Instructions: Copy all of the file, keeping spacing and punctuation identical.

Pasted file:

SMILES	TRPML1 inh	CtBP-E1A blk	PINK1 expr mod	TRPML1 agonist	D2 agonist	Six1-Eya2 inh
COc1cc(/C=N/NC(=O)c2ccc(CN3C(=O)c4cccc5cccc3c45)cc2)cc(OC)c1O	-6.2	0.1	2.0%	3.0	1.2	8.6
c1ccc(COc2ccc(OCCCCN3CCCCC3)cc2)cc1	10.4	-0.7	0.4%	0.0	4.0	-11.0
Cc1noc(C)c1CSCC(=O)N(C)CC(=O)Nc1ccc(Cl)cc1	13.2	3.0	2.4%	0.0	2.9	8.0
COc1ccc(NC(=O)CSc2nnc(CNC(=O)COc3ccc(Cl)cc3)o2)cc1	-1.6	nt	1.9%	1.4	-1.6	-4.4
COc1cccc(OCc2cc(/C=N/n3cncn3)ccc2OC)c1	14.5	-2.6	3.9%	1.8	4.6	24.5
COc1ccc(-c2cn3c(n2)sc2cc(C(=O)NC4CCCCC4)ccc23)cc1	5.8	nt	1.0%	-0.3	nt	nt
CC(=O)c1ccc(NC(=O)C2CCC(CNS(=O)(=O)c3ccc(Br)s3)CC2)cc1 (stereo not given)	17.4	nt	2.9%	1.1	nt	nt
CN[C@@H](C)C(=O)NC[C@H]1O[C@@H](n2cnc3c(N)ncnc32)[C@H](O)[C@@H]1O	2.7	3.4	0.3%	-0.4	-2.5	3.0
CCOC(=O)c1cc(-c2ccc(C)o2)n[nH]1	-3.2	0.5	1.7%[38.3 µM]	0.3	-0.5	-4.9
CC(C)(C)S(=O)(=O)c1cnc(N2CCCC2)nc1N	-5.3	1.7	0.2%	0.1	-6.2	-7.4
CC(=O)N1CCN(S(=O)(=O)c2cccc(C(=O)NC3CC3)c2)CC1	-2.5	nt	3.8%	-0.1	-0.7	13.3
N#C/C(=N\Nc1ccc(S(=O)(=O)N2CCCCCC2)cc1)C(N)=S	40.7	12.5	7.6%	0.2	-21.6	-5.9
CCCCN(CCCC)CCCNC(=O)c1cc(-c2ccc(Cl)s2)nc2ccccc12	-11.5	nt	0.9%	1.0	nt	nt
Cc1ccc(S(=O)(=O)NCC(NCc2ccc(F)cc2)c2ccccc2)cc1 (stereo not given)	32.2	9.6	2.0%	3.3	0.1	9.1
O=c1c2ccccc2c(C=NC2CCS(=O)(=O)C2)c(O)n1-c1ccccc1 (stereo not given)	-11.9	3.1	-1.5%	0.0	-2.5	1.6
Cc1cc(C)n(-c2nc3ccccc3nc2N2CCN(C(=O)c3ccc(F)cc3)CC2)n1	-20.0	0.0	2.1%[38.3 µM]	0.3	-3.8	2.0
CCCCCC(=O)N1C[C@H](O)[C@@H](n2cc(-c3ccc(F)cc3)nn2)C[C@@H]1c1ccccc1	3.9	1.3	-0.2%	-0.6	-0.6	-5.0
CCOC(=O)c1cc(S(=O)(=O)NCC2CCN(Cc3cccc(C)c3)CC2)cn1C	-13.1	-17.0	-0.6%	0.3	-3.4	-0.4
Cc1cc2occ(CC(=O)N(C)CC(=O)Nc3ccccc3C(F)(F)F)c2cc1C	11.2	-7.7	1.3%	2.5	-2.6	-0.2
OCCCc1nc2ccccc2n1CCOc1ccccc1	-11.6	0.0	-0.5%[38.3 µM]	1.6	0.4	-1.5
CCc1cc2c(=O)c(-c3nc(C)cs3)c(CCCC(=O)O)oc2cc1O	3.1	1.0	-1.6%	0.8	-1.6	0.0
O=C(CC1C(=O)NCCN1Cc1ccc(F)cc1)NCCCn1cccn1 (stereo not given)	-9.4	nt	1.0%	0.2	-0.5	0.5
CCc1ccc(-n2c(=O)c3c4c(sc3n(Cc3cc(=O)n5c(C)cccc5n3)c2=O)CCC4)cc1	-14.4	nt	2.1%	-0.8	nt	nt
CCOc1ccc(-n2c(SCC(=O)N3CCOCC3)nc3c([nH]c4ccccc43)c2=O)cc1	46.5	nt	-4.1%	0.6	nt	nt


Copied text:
SMILES	TRPML1 inh	CtBP-E1A blk	PINK1 expr mod	TRPML1 agonist	D2 agonist	Six1-Eya2 inh
COc1cc(/C=N/NC(=O)c2ccc(CN3C(=O)c4cccc5cccc3c45)cc2)cc(OC)c1O	-6.2	0.1	2.0%	3.0	1.2	8.6
c1ccc(COc2ccc(OCCCCN3CCCCC3)cc2)cc1	10.4	-0.7	0.4%	0.0	4.0	-11.0
Cc1noc(C)c1CSCC(=O)N(C)CC(=O)Nc1ccc(Cl)cc1	13.2	3.0	2.4%	0.0	2.9	8.0
COc1ccc(NC(=O)CSc2nnc(CNC(=O)COc3ccc(Cl)cc3)o2)cc1	-1.6	nt	1.9%	1.4	-1.6	-4.4
COc1cccc(OCc2cc(/C=N/n3cncn3)ccc2OC)c1	14.5	-2.6	3.9%	1.8	4.6	24.5
COc1ccc(-c2cn3c(n2)sc2cc(C(=O)NC4CCCCC4)ccc23)cc1	5.8	nt	1.0%	-0.3	nt	nt
CC(=O)c1ccc(NC(=O)C2CCC(CNS(=O)(=O)c3ccc(Br)s3)CC2)cc1 (stereo not given)	17.4	nt	2.9%	1.1	nt	nt
CN[C@@H](C)C(=O)NC[C@H]1O[C@@H](n2cnc3c(N)ncnc32)[C@H](O)[C@@H]1O	2.7	3.4	0.3%	-0.4	-2.5	3.0
CCOC(=O)c1cc(-c2ccc(C)o2)n[nH]1	-3.2	0.5	1.7%[38.3 µM]	0.3	-0.5	-4.9
CC(C)(C)S(=O)(=O)c1cnc(N2CCCC2)nc1N	-5.3	1.7	0.2%	0.1	-6.2	-7.4
CC(=O)N1CCN(S(=O)(=O)c2cccc(C(=O)NC3CC3)c2)CC1	-2.5	nt	3.8%	-0.1	-0.7	13.3
N#C/C(=N\Nc1ccc(S(=O)(=O)N2CCCCCC2)cc1)C(N)=S	40.7	12.5	7.6%	0.2	-21.6	-5.9
CCCCN(CCCC)CCCNC(=O)c1cc(-c2ccc(Cl)s2)nc2ccccc12	-11.5	nt	0.9%	1.0	nt	nt
Cc1ccc(S(=O)(=O)NCC(NCc2ccc(F)cc2)c2ccccc2)cc1 (stereo not given)	32.2	9.6	2.0%	3.3	0.1	9.1
O=c1c2ccccc2c(C=NC2CCS(=O)(=O)C2)c(O)n1-c1ccccc1 (stereo not given)	-11.9	3.1	-1.5%	0.0	-2.5	1.6
Cc1cc(C)n(-c2nc3ccccc3nc2N2CCN(C(=O)c3ccc(F)cc3)CC2)n1	-20.0	0.0	2.1%[38.3 µM]	0.3	-3.8	2.0
CCCCCC(=O)N1C[C@H](O)[C@@H](n2cc(-c3ccc(F)cc3)nn2)C[C@@H]1c1ccccc1	3.9	1.3	-0.2%	-0.6	-0.6	-5.0
CCOC(=O)c1cc(S(=O)(=O)NCC2CCN(Cc3cccc(C)c3)CC2)cn1C	-13.1	-17.0	-0.6%	0.3	-3.4	-0.4
Cc1cc2occ(CC(=O)N(C)CC(=O)Nc3ccccc3C(F)(F)F)c2cc1C	11.2	-7.7	1.3%	2.5	-2.6	-0.2
OCCCc1nc2ccccc2n1CCOc1ccccc1	-11.6	0.0	-0.5%[38.3 µM]	1.6	0.4	-1.5
CCc1cc2c(=O)c(-c3nc(C)cs3)c(CCCC(=O)O)oc2cc1O	3.1	1.0	-1.6%	0.8	-1.6	0.0
O=C(CC1C(=O)NCCN1Cc1ccc(F)cc1)NCCCn1cccn1 (stereo not given)	-9.4	nt	1.0%	0.2	-0.5	0.5
CCc1ccc(-n2c(=O)c3c4c(sc3n(Cc3cc(=O)n5c(C)cccc5n3)c2=O)CCC4)cc1	-14.4	nt	2.1%	-0.8	nt	nt
CCOc1ccc(-n2c(SCC(=O)N3CCOCC3)nc3c([nH]c4ccccc43)c2=O)cc1	46.5	nt	-4.1%	0.6	nt	nt